Obviously, many wine merchants and supermarkets will deliver wine to you – by mail or other means – and, with most retailers having an on-line presence, the definition of “mail order” is very blurred these days. But there are differences in what the purely mail order and online merchants and wine clubs do, chief among them being that often the wines are “pre-selected” and if that sounds alarming it’s because most of the time it is. The sector – with about 5% of the UK market – is bestridden by Direct Wines, set up by Tony Laithwaite in 1969. They run The Sunday Times Wine Club, Telegraph Wines, Averys, British Airways Executive Wine Club, Virgin Wines – which was started by Rowan Gormley, who now runs Naked Wines – and of course Laithwaite’s itself (formerly Bordeaux Direct). I’m relieved that their Barclaycard Wine Service appears to be defunct because even the idea of having a credit card company that charges up to 27.9% interest against a base rate of half of one per cent choosing anybody’s wine gives me the willies. Dunno if the Richard and Judy Wine Club is still going. Don’t care either.
All of them have some good wines but they’re unlikely to send them if you don’t ask for them – why would they? Importantly, there has been a uptick in quality generally from some of their outfits and the fact that – to the astonishment of many in the trade – a couple of years ago Laithwaite’s took a delivery of their own in the form of Justin Howard-Sneyd MW from Waitrose, where as head of wine he took their list from primus inter pares among the grocers to nobody-in-second-place. Hopefully this signalled a seriousness of intent as far as quality is concerned. They don’t generally do anything much under six quid – presumably distribution costs are too high. (From Laithwaite’s, try Alegria Old Vines Cariñena £6.99, Alma Andina Torrontès- Sauvignon Blanc £7.99, Giesta Dão 2010 £6.99 – all by-the-case prices. A few favourites from Virgin: Ca’ di Ponti Grillo Sicily £6.99; Araldica Piemonte Barbera £6.99 Hans Lang Rhengau Riesling Kabinett Trocken £10.99; Juan Gil Monastrell £9.99).
I haven’t tried anything at all from Naked as they don’t seem to have much under 7 quid unless you subscribe as an “Angel” and agree to a regular £20 payment per month. The angel angle is that they “invest in independent winemakers” and the regular payment means you “get better wines for supporting winemakers directly.” Hmmm.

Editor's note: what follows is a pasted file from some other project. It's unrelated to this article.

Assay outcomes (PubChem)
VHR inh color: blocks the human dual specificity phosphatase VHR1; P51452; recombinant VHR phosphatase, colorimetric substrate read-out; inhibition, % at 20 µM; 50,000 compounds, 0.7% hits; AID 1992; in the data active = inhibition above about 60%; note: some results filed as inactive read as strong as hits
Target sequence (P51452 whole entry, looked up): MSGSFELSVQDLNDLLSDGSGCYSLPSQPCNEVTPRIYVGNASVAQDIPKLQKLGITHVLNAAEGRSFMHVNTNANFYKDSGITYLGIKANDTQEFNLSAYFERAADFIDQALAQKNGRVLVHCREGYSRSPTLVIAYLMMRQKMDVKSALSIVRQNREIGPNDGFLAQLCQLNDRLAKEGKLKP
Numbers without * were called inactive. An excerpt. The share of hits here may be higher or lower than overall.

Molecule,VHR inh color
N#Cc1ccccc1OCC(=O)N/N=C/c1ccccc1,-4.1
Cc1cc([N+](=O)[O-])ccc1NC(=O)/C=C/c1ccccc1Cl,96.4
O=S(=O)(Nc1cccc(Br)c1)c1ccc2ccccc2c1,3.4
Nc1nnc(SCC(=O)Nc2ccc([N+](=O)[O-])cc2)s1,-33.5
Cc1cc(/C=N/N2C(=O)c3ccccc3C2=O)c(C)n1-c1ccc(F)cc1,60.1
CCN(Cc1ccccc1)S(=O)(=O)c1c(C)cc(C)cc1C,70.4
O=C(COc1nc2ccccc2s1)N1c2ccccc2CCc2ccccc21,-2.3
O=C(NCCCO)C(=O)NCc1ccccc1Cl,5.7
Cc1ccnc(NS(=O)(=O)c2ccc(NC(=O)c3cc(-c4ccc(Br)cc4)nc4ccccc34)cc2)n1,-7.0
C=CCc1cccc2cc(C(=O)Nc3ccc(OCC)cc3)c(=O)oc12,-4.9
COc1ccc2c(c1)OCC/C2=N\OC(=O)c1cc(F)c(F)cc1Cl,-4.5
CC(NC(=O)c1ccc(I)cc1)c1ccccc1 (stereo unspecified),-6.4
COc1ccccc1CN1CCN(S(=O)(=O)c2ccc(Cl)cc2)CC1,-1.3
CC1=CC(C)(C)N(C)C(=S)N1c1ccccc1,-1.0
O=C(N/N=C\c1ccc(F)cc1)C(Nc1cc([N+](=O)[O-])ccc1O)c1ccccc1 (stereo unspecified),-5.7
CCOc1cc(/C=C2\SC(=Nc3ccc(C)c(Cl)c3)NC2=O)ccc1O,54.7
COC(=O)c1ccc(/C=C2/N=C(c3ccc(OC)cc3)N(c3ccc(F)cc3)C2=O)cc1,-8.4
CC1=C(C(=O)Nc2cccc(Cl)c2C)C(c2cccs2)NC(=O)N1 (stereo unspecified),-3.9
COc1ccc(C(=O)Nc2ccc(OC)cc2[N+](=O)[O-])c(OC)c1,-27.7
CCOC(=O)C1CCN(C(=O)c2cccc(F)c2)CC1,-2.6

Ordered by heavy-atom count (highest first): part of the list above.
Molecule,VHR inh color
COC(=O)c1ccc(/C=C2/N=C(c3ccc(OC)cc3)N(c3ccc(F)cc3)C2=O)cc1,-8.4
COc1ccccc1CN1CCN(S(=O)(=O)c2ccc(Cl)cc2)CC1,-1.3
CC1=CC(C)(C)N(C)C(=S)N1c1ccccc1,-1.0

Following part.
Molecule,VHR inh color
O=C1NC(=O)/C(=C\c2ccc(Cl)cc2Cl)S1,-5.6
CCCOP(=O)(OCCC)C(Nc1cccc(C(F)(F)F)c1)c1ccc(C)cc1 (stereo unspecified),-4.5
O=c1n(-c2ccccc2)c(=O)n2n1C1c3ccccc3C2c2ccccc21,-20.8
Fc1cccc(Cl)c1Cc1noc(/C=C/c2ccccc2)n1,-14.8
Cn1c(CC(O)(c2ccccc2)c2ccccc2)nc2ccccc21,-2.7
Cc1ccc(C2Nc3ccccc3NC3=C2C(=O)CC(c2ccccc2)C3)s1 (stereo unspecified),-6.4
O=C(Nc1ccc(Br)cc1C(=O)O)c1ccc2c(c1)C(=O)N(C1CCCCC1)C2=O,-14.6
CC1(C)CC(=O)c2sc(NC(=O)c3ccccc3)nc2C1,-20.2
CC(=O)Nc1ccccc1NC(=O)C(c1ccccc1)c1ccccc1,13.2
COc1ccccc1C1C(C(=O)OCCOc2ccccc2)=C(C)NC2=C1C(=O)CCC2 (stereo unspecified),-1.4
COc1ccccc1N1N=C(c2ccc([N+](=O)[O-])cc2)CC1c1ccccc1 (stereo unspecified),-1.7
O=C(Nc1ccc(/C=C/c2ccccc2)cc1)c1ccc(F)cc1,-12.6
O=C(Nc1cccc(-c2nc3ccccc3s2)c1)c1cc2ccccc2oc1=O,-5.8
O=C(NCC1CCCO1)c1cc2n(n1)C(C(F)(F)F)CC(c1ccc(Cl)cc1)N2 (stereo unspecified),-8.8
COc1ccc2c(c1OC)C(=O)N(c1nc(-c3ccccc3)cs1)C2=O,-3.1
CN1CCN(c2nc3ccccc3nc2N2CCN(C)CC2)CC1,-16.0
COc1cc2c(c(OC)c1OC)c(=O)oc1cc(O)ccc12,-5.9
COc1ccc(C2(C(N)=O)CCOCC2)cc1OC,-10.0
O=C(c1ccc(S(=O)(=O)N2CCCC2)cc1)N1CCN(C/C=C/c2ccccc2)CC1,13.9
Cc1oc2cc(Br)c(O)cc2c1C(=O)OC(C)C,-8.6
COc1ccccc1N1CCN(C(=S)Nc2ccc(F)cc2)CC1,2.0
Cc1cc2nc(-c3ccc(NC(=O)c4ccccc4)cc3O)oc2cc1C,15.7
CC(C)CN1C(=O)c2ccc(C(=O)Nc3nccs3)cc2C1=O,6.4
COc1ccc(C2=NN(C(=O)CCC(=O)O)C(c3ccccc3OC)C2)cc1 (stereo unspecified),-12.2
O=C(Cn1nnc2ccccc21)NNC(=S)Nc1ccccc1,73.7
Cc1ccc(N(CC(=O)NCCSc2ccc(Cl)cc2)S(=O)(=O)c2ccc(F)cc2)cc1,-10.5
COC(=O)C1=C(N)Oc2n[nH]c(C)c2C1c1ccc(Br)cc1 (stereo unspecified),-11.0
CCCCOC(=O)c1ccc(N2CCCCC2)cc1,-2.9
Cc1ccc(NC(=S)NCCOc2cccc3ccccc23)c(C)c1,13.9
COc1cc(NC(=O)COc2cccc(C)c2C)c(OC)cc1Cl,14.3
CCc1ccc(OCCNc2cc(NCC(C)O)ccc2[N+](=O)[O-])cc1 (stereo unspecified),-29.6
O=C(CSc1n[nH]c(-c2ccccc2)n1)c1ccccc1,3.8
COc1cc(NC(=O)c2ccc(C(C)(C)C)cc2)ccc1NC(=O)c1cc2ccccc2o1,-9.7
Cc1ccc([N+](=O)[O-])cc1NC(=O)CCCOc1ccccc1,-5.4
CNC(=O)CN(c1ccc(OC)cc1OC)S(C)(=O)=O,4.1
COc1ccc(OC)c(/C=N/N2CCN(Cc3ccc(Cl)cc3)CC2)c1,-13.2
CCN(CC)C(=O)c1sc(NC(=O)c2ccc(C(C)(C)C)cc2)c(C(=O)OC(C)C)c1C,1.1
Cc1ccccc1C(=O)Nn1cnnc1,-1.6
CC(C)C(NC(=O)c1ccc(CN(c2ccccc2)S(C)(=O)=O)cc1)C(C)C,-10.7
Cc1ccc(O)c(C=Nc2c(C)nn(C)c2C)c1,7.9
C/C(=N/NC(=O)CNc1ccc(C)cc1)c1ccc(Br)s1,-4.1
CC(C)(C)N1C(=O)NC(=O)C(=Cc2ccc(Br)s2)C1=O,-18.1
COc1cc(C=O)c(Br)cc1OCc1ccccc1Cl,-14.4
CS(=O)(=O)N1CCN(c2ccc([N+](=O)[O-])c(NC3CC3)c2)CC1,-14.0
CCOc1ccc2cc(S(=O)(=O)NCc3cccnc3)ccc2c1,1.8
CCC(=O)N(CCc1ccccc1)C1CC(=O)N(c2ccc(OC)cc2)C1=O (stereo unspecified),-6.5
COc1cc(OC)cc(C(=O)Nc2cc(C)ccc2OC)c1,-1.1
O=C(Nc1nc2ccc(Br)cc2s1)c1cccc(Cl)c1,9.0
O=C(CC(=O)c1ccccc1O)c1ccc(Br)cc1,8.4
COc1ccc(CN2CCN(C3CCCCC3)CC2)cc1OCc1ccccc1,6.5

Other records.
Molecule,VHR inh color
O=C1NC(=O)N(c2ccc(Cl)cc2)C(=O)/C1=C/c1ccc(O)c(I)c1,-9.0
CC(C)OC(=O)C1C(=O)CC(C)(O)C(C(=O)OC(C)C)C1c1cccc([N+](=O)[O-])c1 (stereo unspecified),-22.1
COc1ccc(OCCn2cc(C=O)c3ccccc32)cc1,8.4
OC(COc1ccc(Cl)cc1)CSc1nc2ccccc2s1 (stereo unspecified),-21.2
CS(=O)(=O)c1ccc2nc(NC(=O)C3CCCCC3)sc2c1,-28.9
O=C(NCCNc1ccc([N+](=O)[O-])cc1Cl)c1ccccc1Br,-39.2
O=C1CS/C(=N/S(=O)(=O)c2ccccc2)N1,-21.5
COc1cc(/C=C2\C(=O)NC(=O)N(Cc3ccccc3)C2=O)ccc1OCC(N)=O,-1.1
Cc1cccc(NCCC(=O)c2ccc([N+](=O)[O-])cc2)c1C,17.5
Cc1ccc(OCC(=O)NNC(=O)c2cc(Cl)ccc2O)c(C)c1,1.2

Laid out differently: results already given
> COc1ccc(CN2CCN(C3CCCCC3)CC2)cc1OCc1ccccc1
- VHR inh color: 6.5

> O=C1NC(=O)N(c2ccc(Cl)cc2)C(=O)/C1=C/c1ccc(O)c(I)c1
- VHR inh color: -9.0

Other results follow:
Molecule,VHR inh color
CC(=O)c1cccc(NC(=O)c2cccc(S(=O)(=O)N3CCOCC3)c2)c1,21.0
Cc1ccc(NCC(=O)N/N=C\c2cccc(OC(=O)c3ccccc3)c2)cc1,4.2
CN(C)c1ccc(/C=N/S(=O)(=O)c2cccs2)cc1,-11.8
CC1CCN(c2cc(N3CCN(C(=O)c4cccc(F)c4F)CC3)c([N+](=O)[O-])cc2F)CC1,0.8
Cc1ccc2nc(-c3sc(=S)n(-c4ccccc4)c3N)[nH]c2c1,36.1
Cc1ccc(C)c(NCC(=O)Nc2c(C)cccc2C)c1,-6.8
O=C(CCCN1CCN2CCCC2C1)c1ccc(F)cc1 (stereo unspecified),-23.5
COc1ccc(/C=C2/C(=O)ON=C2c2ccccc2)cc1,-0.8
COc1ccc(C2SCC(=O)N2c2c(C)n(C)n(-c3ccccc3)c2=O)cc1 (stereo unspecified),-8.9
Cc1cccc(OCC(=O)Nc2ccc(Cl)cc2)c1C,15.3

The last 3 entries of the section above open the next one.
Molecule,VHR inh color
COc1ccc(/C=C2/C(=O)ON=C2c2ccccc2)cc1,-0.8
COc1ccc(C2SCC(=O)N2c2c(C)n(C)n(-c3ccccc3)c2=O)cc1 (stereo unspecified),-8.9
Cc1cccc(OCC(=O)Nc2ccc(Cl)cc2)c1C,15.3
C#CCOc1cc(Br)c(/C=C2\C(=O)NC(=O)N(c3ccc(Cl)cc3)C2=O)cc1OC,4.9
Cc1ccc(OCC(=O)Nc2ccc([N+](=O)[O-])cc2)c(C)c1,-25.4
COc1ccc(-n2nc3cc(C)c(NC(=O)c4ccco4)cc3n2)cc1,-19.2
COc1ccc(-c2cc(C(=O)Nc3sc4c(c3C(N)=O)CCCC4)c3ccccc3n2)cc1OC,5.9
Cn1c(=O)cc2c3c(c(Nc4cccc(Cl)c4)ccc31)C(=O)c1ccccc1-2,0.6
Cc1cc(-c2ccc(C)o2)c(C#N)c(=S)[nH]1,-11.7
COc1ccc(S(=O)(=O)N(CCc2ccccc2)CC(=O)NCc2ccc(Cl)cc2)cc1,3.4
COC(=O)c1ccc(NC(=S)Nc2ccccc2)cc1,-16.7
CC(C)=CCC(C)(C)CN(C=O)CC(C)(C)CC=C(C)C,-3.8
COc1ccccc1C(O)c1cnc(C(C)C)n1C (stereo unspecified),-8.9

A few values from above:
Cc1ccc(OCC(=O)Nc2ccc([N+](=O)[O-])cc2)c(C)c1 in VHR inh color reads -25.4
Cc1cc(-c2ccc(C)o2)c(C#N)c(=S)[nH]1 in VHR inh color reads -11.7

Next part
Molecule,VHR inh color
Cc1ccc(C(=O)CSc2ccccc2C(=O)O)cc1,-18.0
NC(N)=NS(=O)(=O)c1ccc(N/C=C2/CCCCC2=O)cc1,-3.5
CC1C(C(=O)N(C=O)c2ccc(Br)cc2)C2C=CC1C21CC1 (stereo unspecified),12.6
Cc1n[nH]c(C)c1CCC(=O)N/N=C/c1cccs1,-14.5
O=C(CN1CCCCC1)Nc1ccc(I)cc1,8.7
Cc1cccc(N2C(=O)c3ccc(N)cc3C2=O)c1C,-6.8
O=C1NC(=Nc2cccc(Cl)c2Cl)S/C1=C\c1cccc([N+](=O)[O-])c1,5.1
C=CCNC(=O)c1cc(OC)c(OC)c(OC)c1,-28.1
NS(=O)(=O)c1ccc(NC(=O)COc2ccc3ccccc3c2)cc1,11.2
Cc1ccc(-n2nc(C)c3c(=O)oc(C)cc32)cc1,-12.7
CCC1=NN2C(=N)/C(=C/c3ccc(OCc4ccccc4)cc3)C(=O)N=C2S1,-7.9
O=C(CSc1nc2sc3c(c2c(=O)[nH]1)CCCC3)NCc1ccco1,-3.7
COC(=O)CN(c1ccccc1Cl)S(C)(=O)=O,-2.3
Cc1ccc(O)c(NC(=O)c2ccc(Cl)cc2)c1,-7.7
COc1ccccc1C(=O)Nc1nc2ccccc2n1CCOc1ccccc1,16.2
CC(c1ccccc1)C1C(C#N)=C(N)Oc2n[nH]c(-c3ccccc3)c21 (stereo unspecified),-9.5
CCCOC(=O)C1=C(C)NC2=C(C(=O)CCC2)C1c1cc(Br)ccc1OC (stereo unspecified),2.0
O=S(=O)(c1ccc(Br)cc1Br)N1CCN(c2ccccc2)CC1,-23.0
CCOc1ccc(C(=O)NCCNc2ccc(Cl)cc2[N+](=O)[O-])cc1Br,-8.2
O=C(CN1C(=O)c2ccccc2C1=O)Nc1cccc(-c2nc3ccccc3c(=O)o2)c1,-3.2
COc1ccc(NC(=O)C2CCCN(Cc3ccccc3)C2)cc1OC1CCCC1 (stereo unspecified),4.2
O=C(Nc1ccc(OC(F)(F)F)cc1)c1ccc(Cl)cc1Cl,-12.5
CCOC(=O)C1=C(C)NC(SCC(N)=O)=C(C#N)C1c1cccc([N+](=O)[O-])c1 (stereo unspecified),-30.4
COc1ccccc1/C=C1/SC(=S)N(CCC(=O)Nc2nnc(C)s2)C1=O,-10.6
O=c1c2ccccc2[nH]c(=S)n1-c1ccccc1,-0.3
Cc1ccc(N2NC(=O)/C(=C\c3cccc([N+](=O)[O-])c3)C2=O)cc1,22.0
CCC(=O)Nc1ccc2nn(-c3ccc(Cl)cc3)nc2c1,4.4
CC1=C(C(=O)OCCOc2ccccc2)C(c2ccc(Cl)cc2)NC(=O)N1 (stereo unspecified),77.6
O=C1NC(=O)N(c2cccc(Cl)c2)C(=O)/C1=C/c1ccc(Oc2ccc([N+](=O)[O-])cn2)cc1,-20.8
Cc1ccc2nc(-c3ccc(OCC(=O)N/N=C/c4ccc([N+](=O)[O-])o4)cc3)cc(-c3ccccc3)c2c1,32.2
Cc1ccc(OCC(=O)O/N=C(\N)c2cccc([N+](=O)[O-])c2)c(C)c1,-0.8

The original mail order merchant, The Wine Society, is a very different kettle of fish. Founded as a co-operative company in 1874 by a “committee of gentlemen” at the Albert Hall with the purpose of purchasing wines in “unadulterated condition” direct from the producers and offering them to the membership at the lowest possible price, it still does the very same. Another of the `Objects of the Society’ was `To introduce foreign wines hitherto unknown or but little known in this country’ and they were selling Californian Zinfandels and Australian wines 100 years ago, which is rather impressive. Anyone can join but forget the Groucho Marx line about not wanting to join any club that would have him – the quality of the wines is very high. My own Eureka! moment with wine was a Sancerre from the Wine Soc which had – alongside the usual quality of being a reasonably efficient inebriant – the hitherto unknown one of being completely delicious.
The Society’s White Burgundy is a fine thing for £7.50 and tells you everything you need to know about their standards. Down – but not dirty – at the Grogan’s Heroes price-level their Chilean Merlot (£5.95) is made by Concha y Toro’s charming and dynamic (no, I don’t fancy him – well, not much anyway) Marcelo Papa. He’s one of the most important winemakers on the planet right now – one of a small number of people who are changing everything and I doubt that anybody makes more wine better than he does. It’s a big, fresh, rich, bright, saturated, minerally, fruit-cakey thing but not at all o.t.t. As for his Chilean Chardonnay – from cool-breezy Limarí - I just hope I don’t get given it to taste blind because I might get carried away.
Of the new(ish) wave of internet-only merchants, Swig and Slurp stand out (they’re separate entities, as evidenced by the third person plural, and anyway who would name their business with a tautology?). I felt a little thrill when I clicked on Swig‘s “Best Sellers” list and the first item on it was A.A. Badenhorst’s “Secateurs” Chenin Blanc from South Africa – sad, or what? – but it was one of the most exciting wines I tasted last year. According to their search criteria prices start at £7.95 so they won’t be troubling Grogan’s Heroes at the moment but they do have some very nice wine.
You can tell an awful lot about a wine by the company it keeps (and vice-versa) and although I don’t know much about Slurp I do know quite a few of their (relative) cheapies from some of our Local Hero merchants – Ancora, Alpha Zeta and A Mano among them. Blimey, that’s just the ‘A’s! I’d better get on to them sharpish – see you later!